Written 18 July 2013 for The London Magazine

“The American Plan” at the St James Theatre

Arriving from the Ustinov Studio (Theatre Royal Bath), having already received a big thumbs-up from the critics, The American Plan opened in London last night at the St. James Theatre. Full of laughs and bittersweet wisdom, this exquisitely written play from 1990 by Richard Greenberg deals with not one but several love stories.

Here we have a fascinating trio of women. Eva and her “difficult” daughter Lili, wealthy refugees from the Nazis, are on vacation with their maid Olivia in the Catskill Mountains across a lake from other Jewish families who flock to the area. The women are isolated by an amusing, imported snobbery. Until a young man arrives.

Nick is a “blue chip stock” kind of guy, but true romance isn’t the story here. All these Americans, émigrés old and new, are full of plans and a warped determination to bring them to fruition. Plots might be a more accurate description if there wasn’t so much sincerity behind their motivation. The lies they tell are often deliciously funny but there’s real heart here, too.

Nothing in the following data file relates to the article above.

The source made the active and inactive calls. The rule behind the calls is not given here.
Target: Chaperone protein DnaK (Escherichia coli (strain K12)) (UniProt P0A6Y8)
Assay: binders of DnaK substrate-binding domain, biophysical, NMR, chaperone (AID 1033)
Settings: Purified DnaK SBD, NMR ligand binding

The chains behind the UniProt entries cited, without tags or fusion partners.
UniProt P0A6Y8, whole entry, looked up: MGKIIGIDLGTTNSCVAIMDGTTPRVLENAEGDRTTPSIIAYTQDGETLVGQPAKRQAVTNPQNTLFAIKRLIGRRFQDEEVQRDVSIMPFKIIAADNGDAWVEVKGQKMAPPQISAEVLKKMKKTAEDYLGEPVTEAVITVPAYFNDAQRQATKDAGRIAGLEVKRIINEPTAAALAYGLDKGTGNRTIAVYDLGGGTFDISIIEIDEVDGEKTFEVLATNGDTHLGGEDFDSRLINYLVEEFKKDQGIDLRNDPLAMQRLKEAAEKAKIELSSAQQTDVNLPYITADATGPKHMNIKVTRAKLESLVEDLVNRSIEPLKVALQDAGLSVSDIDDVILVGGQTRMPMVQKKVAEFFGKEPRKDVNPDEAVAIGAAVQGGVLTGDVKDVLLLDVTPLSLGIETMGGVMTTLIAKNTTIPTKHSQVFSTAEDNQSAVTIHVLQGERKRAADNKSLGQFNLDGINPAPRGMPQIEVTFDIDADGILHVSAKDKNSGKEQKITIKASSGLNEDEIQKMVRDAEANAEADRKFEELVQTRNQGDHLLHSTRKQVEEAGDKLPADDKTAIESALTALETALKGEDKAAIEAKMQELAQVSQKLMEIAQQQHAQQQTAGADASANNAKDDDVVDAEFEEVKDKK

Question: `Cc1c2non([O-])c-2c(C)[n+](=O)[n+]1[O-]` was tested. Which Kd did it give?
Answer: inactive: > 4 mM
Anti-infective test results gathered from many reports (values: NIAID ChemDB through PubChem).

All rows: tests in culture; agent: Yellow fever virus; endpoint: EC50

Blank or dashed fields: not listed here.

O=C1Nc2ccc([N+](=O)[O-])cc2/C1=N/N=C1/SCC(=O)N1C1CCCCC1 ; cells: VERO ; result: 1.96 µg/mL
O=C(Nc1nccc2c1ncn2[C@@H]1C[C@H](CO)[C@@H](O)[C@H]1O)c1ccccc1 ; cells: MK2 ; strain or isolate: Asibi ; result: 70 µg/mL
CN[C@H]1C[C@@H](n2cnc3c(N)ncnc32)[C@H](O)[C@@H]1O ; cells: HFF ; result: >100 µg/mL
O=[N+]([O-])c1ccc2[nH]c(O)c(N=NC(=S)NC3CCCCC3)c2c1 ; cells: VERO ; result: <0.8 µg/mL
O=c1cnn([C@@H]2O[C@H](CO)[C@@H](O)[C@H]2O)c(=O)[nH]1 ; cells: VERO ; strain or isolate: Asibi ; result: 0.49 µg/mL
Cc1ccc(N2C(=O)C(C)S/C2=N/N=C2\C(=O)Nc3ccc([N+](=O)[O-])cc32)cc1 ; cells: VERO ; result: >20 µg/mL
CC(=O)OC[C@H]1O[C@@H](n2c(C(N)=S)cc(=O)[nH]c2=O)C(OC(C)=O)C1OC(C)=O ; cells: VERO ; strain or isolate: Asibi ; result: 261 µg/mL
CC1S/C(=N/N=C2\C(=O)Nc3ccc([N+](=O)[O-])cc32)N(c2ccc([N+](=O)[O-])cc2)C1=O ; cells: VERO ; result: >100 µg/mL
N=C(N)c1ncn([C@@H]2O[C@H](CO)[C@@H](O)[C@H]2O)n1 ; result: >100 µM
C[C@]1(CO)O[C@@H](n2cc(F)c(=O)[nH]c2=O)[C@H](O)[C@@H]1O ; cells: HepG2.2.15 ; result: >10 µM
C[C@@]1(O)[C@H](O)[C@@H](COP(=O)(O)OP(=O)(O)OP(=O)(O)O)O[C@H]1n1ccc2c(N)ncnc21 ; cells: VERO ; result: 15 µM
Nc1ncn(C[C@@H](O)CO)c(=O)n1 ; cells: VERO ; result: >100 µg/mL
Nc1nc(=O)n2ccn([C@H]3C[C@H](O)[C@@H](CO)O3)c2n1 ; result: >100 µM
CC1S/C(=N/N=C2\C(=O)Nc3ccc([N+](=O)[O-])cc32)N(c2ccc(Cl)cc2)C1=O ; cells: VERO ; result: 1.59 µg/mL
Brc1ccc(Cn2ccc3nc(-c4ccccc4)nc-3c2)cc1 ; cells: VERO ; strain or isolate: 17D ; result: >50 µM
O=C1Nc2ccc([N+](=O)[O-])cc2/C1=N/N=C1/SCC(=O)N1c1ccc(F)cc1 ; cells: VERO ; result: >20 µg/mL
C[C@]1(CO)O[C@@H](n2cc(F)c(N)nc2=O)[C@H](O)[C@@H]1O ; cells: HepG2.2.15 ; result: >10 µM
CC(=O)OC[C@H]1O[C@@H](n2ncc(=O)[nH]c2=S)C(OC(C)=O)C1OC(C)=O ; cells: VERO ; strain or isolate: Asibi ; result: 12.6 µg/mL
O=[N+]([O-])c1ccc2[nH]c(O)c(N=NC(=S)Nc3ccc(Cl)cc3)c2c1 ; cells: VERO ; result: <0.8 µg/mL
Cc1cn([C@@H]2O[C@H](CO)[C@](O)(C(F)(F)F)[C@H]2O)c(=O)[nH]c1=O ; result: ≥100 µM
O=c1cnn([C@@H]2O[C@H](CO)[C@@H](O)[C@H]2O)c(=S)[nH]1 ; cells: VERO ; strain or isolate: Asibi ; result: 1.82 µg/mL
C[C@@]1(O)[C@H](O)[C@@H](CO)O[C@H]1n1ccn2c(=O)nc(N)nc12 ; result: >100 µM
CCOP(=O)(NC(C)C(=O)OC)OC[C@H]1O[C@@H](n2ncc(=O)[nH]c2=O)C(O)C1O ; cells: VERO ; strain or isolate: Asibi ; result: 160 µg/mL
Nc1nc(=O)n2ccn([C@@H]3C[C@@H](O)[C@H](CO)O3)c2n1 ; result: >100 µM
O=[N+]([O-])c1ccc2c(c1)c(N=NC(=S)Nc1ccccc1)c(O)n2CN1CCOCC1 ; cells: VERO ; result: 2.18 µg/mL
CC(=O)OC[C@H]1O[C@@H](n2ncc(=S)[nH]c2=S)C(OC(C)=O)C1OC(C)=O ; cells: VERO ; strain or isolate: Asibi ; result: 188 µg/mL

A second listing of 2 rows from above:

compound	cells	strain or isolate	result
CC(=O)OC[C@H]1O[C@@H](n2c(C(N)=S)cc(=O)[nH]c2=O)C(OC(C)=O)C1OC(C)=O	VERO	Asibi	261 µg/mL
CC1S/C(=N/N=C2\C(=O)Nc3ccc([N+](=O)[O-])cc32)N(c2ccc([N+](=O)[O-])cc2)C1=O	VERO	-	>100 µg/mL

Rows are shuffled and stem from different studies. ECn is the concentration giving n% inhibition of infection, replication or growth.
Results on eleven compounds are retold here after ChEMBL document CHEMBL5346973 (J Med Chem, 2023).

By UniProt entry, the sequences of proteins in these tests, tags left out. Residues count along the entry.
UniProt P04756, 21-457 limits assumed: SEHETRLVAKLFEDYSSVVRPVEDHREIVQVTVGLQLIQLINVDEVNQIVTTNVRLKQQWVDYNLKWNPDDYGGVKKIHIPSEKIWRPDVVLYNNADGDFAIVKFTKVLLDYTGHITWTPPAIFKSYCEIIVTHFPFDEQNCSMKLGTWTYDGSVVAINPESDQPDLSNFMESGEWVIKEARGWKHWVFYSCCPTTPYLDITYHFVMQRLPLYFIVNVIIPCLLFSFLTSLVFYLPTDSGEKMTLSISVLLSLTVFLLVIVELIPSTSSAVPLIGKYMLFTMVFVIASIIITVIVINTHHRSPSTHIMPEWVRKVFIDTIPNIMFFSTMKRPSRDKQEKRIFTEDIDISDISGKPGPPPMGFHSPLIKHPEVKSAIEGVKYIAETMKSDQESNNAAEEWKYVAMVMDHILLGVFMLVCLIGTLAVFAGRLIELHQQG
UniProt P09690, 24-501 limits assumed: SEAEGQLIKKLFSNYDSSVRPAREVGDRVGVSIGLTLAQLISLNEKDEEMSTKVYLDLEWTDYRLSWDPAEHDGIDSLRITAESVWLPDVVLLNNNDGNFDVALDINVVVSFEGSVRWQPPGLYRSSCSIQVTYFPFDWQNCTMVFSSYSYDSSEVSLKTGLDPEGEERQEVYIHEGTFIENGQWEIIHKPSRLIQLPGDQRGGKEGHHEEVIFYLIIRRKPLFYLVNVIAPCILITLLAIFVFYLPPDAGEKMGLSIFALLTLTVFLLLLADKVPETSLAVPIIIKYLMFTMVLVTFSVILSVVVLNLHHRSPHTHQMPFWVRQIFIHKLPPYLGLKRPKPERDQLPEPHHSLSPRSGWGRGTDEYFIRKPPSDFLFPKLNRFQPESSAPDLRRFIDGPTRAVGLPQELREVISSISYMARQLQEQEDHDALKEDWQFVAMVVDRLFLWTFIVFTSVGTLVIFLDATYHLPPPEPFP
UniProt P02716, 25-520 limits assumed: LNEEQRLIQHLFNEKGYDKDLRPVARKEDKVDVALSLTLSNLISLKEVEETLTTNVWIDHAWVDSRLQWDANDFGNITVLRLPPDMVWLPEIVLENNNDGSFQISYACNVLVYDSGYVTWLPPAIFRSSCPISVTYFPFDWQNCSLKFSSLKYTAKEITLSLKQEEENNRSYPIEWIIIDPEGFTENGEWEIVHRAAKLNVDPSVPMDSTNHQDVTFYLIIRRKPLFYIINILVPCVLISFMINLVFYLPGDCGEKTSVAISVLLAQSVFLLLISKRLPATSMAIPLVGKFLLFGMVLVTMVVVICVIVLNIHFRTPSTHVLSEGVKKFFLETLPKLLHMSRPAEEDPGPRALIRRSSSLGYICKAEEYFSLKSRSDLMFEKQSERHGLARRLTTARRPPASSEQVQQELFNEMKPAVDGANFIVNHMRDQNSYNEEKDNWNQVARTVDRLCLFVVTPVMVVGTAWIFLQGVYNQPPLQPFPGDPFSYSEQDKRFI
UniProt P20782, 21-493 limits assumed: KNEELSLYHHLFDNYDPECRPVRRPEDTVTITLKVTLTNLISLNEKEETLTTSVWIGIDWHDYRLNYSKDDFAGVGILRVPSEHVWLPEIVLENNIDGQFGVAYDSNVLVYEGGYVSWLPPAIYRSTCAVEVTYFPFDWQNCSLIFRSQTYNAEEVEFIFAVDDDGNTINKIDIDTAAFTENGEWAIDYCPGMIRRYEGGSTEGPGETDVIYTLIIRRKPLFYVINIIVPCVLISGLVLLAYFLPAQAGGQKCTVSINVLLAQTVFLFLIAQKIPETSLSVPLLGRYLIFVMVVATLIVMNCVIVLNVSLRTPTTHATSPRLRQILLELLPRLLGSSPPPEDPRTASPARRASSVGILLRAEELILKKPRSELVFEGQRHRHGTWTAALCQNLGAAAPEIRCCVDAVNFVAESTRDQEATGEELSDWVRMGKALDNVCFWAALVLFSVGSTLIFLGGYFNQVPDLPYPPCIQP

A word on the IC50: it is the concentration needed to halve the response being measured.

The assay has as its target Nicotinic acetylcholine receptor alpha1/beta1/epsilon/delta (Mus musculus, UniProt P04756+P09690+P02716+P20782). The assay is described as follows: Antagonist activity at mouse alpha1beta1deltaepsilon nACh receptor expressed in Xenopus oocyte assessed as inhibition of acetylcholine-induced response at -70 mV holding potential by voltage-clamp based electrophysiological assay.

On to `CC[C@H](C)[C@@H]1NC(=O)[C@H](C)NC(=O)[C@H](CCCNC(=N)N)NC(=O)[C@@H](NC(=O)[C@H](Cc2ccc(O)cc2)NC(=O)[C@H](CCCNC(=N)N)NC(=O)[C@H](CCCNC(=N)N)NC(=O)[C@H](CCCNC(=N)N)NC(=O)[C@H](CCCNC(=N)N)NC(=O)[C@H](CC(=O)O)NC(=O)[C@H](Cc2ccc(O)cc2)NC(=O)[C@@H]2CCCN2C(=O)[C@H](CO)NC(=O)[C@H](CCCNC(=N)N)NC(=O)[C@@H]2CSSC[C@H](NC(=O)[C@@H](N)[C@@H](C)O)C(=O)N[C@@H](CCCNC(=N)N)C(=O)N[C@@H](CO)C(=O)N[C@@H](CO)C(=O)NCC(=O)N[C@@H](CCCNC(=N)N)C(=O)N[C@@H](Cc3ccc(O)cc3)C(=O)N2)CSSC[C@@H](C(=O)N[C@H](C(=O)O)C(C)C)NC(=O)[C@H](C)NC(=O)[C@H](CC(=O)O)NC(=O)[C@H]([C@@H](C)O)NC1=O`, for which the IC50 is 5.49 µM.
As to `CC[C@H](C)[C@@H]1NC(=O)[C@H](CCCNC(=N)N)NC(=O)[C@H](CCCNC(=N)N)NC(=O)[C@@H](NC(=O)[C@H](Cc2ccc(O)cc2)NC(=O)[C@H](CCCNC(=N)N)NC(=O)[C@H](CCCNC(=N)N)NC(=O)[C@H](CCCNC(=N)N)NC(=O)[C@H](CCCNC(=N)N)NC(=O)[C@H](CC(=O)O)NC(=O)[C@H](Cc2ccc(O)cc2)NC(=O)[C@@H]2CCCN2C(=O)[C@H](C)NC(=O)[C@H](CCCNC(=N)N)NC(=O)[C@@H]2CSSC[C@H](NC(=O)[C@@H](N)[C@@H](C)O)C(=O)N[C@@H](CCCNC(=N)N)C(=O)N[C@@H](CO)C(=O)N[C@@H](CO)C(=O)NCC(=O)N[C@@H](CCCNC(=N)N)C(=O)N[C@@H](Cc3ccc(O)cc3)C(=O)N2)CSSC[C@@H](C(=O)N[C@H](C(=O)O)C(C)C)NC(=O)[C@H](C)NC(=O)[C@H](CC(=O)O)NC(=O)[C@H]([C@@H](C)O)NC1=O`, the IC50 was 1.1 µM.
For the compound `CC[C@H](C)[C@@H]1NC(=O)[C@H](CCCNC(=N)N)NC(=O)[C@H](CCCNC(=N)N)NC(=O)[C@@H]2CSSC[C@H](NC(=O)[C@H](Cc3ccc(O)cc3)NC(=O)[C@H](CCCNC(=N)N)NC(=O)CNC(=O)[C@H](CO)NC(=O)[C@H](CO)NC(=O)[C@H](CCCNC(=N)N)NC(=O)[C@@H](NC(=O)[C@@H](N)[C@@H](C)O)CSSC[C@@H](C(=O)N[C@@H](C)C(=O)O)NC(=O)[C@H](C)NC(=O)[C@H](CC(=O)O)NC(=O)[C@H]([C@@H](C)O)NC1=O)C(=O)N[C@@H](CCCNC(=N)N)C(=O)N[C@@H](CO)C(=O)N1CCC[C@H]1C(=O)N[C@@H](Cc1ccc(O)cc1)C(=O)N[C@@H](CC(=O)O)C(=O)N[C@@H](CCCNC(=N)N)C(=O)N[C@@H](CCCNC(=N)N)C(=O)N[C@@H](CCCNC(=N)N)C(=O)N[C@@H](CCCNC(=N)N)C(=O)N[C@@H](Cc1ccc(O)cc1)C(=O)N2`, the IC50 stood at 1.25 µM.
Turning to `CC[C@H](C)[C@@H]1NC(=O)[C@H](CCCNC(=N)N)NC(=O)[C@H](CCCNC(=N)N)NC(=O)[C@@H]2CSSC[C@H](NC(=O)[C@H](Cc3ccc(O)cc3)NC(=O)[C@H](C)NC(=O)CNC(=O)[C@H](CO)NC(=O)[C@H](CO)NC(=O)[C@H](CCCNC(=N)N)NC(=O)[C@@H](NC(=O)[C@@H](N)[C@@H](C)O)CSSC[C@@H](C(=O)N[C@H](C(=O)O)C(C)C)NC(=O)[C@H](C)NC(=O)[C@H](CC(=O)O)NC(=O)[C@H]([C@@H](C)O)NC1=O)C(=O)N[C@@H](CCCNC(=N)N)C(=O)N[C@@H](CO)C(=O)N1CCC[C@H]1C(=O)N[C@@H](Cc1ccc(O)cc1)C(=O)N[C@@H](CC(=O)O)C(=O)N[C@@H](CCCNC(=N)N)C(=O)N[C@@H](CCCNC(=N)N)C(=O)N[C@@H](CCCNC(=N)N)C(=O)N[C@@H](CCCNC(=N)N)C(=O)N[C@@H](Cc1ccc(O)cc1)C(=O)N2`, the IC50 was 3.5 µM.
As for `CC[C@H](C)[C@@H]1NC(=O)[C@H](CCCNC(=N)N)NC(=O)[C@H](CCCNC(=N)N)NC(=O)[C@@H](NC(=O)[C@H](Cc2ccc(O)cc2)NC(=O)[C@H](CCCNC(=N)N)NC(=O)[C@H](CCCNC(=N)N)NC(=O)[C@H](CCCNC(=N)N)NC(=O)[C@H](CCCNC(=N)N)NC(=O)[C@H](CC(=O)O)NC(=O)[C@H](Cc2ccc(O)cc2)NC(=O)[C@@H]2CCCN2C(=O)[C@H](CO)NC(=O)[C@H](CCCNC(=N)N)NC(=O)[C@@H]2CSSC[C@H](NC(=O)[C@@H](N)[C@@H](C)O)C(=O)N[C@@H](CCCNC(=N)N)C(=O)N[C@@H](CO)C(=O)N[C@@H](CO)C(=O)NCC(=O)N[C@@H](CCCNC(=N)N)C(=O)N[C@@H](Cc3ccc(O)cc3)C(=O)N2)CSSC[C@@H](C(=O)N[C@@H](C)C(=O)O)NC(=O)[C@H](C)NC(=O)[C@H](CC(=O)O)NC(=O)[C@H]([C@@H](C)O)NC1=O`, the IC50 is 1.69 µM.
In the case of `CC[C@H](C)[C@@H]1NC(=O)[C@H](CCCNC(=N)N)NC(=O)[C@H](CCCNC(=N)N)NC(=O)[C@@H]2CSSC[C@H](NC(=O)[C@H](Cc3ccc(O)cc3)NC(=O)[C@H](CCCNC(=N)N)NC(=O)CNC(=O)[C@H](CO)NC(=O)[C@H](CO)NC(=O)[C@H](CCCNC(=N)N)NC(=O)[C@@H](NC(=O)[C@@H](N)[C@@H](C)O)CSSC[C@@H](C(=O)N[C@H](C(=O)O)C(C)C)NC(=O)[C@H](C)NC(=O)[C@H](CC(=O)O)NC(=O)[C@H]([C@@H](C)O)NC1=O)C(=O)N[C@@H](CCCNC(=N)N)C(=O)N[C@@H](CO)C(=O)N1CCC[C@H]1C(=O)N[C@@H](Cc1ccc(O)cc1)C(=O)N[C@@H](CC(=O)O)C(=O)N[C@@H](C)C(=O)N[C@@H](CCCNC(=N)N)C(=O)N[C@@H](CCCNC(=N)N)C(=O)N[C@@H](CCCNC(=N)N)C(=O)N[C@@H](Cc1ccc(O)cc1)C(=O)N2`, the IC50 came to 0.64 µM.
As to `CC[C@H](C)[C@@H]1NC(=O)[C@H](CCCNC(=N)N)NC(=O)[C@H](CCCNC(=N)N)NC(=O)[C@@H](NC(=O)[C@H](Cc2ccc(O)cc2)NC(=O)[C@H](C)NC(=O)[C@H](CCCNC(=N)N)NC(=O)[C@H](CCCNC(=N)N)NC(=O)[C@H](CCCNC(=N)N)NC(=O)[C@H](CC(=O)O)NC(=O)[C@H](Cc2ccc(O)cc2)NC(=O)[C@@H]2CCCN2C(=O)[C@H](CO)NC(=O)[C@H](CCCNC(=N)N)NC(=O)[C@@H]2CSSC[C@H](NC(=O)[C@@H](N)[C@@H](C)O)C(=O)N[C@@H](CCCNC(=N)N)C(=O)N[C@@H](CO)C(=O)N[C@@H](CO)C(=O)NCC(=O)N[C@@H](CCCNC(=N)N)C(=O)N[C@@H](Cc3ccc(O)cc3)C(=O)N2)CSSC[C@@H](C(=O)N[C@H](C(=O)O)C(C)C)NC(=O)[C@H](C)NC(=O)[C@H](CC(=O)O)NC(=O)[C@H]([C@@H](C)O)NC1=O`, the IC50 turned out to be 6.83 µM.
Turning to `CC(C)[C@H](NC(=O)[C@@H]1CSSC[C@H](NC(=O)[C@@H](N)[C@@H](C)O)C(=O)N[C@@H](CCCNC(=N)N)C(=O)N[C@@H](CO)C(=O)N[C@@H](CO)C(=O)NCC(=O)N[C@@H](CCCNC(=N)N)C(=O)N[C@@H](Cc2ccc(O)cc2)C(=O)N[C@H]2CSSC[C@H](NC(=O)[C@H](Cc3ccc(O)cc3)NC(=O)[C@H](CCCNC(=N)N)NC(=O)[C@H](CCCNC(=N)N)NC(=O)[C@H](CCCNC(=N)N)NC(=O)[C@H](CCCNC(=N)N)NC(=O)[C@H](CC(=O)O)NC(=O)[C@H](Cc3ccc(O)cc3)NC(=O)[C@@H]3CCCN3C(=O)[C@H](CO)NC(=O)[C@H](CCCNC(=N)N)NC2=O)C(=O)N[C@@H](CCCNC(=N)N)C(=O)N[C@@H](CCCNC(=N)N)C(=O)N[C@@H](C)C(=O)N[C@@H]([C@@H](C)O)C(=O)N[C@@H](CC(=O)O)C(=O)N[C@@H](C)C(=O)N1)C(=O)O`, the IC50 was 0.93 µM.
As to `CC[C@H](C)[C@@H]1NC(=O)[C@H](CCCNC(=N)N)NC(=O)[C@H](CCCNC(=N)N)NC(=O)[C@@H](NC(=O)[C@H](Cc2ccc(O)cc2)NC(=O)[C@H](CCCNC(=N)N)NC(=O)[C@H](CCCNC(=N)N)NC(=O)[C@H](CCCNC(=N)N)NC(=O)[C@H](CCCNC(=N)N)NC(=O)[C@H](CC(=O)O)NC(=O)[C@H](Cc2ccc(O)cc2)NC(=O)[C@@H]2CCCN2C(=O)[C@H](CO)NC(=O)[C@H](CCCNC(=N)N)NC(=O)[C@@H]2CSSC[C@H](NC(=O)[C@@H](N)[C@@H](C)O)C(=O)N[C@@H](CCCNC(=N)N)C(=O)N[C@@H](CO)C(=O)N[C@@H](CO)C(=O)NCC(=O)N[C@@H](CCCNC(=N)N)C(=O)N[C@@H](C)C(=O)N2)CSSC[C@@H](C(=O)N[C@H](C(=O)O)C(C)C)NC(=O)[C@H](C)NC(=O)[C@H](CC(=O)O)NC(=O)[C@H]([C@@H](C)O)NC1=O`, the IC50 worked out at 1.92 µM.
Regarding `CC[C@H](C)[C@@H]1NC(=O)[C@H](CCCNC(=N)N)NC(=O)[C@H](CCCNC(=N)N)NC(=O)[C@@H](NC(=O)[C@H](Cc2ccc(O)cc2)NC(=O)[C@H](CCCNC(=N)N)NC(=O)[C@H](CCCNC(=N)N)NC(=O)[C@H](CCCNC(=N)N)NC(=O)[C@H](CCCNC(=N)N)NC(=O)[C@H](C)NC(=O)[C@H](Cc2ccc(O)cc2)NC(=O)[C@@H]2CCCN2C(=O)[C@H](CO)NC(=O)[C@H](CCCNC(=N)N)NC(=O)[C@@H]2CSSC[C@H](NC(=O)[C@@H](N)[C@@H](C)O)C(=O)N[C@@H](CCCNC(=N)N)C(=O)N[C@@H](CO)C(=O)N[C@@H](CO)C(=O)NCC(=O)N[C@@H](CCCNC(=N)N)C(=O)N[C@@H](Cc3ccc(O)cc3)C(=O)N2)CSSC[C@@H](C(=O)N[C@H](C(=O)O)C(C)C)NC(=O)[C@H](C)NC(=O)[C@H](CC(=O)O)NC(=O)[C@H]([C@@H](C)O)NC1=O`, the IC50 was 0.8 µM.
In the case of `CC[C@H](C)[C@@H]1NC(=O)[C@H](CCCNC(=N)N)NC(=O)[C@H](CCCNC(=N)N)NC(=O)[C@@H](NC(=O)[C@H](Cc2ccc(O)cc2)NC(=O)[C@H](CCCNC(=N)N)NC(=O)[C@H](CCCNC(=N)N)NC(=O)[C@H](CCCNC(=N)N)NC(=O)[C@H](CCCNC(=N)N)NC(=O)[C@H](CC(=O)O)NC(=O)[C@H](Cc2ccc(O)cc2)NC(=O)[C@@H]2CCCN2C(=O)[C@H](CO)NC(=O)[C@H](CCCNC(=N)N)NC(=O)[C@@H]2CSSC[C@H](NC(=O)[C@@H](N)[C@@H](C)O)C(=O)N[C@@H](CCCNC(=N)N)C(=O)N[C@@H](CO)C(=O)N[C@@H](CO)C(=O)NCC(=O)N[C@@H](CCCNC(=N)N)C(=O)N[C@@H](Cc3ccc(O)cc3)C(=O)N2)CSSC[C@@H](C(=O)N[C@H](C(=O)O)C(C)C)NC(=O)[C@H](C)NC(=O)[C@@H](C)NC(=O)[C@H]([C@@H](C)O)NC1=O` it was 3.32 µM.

Entangled with a family, not eccentric but “giddy around the circumference”, where the daughter is the wrong side of neurotic and the matriarch lives up to every stereotype of Jewish motherhood, you never much rate Nick’s chances. But he has secrets and pain of his own and watching them revealed is great theatre.

And the lies don’t stop with the introduction of the final character, Gil. In the part, Mark Edel-Hunt more than makes up for his later arrival with a great plot twist that, since I liked the play so much, I really don’t want to spoil.

Diana Quick is scene stealing as Eva (her accent alone fascinates), putting the metal in mittel European, and Dona Croll makes a marvellous foil for her as the “enduring” Olivia whose inscrutable privacy hints at yet more tales. Emily Taaffe fully embodies the “mercurial” Lili, delighting with her wit then shocking with a traumatic intensity. And effectively subduing his character’s hidden depths until just the right moment, Luke Allen-Gale is tremendous as Nick.